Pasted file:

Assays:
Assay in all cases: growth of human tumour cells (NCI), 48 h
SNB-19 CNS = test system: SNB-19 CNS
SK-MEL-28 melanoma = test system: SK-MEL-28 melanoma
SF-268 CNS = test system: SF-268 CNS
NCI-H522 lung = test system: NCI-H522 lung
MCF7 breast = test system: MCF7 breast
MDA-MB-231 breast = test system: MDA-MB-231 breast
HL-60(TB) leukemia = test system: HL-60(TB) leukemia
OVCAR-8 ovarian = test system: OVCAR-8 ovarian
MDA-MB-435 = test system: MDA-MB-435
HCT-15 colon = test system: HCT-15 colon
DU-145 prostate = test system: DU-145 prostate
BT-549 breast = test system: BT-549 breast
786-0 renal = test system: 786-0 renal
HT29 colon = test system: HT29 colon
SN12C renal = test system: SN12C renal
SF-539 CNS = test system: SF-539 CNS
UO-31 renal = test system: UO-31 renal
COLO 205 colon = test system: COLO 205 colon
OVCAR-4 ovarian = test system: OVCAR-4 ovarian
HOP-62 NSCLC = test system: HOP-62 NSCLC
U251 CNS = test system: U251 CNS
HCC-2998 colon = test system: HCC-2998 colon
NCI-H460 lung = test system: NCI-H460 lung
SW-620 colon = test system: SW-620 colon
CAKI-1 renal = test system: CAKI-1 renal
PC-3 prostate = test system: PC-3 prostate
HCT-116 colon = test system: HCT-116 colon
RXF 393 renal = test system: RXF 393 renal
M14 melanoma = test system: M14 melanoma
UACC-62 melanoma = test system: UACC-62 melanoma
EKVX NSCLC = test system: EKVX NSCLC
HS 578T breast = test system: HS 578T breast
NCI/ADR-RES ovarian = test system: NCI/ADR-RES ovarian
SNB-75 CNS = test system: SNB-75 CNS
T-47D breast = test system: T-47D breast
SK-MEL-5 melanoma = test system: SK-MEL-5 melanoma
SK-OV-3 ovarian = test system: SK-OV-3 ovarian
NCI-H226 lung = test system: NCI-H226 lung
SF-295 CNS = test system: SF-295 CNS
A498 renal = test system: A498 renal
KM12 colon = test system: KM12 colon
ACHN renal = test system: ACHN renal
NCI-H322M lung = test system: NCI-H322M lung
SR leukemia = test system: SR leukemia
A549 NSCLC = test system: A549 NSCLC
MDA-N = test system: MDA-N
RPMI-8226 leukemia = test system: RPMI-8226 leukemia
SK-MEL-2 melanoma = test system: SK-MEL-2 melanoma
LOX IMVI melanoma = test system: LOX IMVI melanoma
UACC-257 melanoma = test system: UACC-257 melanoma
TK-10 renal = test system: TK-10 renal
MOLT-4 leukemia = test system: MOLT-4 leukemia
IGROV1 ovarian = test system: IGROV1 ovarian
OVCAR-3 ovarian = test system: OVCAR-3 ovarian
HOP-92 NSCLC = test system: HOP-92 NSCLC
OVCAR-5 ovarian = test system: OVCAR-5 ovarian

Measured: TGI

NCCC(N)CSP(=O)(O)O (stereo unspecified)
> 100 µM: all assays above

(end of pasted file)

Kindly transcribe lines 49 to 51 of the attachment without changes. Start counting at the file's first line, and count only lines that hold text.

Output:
RPMI-8226 leukemia = test system: RPMI-8226 leukemia
SK-MEL-2 melanoma = test system: SK-MEL-2 melanoma
LOX IMVI melanoma = test system: LOX IMVI melanoma